It’s tough when people who have been in the church for a long time feel like they’re being displaced. It’s tough when you’re new to a church and no one has invited you to help in a ministry because it has run the way it has for years upon years.
No one expects to feel excluded.
It’s tough. Community takes intention…and your pastor will try to do it all, but she can’t. Your pastor will try to meet everyone’s need to be included and accepted and important, but he won’t be able to do it.
This, in my experience, leads to more burnout than anything. As a pastor I sometimes want to sit everyone down in a room and say, “You are all important. You are all needed. And I need you to understand that without me having to tell you, show you, or start initiatives to prove it all the time. I need you to live it.”
The cure for exclusion is to start taking inclusion for granted. What I mean by that is that if you’re in charge of a ministry area, take for granted that you are to look for and invite new people to enter into it. Constantly.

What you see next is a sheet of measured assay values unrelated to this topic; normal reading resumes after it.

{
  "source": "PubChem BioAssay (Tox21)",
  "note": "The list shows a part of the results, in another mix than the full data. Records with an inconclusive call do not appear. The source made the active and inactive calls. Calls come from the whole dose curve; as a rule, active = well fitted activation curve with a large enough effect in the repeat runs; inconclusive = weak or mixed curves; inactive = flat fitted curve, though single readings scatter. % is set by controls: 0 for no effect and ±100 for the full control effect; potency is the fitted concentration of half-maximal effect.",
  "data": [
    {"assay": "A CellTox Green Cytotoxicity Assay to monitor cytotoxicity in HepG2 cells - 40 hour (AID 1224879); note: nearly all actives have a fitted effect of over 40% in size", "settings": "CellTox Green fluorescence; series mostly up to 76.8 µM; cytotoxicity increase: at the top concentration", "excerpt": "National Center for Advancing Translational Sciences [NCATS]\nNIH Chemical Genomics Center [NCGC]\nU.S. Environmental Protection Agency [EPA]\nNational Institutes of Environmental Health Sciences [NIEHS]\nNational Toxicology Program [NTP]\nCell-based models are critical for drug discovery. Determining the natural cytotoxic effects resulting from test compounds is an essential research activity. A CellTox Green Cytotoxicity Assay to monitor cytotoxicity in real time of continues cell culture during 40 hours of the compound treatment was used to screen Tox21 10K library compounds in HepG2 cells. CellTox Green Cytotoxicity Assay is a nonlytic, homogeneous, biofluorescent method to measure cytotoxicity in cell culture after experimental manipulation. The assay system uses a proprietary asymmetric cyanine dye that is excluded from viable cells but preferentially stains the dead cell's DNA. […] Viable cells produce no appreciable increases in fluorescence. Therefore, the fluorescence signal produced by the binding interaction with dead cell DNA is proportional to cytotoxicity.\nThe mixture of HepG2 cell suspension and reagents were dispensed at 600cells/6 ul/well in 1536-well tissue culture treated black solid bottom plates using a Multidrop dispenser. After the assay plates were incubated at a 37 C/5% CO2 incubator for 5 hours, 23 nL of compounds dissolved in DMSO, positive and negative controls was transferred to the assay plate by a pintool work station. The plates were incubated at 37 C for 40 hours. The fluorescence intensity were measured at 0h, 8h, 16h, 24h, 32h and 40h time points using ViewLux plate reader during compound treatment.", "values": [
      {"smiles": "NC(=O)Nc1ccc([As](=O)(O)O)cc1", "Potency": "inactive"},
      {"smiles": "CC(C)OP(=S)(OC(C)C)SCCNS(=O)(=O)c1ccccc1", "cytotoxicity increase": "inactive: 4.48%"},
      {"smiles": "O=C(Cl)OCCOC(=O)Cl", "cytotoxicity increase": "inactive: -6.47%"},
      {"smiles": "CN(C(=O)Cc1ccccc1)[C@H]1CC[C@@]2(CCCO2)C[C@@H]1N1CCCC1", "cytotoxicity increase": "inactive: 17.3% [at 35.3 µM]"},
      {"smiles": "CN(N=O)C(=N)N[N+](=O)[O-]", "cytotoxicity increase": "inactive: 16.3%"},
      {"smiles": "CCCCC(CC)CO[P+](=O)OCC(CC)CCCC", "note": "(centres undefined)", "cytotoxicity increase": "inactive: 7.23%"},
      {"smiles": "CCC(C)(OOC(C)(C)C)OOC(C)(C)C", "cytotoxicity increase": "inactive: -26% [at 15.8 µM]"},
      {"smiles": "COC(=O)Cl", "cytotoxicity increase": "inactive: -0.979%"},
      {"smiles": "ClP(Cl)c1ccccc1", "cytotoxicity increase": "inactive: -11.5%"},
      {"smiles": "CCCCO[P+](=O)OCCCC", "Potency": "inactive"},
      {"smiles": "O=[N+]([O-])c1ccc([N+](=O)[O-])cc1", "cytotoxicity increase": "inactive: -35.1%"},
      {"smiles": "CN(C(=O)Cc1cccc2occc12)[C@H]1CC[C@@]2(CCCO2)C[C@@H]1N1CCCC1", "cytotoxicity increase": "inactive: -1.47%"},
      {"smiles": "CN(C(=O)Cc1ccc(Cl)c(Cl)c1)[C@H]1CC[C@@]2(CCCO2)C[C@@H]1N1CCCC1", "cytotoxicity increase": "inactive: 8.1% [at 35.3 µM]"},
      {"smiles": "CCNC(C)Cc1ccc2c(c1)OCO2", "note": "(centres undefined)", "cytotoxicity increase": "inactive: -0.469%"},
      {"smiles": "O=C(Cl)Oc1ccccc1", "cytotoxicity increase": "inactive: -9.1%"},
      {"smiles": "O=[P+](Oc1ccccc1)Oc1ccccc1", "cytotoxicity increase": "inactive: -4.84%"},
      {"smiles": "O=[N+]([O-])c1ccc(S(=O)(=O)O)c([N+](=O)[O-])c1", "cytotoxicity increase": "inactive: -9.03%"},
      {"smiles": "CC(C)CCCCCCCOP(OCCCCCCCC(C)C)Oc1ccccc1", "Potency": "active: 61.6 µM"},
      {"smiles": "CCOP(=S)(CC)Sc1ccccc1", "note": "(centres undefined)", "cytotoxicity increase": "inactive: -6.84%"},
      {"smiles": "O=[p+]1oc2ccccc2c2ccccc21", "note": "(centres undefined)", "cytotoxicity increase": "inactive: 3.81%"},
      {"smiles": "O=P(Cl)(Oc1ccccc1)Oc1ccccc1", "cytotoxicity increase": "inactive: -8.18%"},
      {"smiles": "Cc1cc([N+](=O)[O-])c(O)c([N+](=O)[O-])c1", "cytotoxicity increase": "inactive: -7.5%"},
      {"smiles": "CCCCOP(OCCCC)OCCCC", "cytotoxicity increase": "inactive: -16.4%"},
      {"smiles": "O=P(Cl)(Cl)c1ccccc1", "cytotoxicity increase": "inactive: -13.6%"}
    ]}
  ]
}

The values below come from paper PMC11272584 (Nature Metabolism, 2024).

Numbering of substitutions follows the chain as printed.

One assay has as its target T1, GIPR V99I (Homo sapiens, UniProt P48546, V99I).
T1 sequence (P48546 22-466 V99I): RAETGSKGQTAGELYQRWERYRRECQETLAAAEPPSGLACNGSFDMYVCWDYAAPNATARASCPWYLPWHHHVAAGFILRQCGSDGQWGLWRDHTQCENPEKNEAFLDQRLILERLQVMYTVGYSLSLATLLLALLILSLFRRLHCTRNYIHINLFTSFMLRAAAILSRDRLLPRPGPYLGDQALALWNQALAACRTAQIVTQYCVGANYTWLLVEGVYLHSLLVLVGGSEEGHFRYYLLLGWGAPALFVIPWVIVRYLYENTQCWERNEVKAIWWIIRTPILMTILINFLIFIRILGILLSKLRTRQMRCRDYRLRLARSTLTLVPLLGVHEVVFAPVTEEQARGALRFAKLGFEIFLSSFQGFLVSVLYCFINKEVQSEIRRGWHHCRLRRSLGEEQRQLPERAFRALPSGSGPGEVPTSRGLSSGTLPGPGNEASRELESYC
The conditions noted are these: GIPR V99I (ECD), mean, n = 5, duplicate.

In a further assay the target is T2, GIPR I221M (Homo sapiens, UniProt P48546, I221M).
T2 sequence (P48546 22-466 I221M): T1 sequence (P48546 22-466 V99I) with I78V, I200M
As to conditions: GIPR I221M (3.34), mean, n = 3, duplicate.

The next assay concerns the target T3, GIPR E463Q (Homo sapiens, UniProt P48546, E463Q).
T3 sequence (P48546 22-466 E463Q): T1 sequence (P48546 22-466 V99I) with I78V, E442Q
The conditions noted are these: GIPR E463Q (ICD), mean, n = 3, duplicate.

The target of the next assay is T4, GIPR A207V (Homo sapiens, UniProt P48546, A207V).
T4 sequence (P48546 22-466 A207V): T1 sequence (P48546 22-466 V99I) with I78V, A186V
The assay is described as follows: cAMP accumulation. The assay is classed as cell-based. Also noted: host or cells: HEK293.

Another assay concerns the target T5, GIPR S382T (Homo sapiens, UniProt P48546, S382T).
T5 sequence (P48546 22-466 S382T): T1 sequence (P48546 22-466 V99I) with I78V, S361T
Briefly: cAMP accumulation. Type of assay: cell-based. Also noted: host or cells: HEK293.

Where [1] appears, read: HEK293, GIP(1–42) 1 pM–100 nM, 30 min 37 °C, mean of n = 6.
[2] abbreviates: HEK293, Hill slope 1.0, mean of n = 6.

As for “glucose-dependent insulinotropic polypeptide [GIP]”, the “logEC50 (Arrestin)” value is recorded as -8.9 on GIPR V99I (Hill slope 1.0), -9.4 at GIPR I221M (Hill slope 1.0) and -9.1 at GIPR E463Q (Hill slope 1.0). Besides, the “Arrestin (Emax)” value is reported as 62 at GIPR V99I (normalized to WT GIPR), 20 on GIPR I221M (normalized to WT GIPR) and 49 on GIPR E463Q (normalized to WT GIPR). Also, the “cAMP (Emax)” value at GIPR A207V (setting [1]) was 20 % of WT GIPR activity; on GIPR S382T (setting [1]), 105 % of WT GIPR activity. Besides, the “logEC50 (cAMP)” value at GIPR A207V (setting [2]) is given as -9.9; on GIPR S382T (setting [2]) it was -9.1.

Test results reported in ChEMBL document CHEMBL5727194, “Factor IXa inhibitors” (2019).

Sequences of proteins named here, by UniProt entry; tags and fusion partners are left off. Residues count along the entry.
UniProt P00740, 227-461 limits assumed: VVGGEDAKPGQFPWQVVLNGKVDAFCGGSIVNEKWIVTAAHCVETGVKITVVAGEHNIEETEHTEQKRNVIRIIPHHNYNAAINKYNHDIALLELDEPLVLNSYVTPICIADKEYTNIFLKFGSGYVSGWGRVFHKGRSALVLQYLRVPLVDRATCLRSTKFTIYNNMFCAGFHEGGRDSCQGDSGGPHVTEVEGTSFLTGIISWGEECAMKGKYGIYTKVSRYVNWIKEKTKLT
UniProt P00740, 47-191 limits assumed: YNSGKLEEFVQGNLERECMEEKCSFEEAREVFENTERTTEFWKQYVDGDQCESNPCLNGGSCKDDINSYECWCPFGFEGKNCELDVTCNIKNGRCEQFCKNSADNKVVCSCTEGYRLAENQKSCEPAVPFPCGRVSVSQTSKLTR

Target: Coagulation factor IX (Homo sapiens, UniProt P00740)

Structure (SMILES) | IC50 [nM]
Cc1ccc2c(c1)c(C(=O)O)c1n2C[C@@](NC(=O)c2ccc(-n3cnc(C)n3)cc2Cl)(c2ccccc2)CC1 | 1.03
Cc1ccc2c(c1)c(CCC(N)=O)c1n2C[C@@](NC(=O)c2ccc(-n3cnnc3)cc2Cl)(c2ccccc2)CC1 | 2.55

What I mean by that is that if you’re new to a community of faith, take for granted that you’re welcome to participate in all facets of life.
I hope any good pastor would try to foster that kind of atmosphere and would welcome it. But we can’t create the atmosphere all on our own. We all have to breathe the same air in rhythm to change the atmosphere.
2) New ideas will fail and old ideas will gain new life. When I came to this community our second worship service, which is different in style and tone from the first, had a consistent 30 people in attendance and had been consistent in the 30-40 range for two years before I came.
That’s not sustainable in the long run. It was at a crossroads.
I was hearing voices on both sides of the “keep it/abandon it” argument speak logically.
Today after tweaking and retooling, it’s now a consistent 80-90. This old idea gained a new life, and now has a life that is feeding many on a weekly basis…though it doesn’t look exactly like what it used to.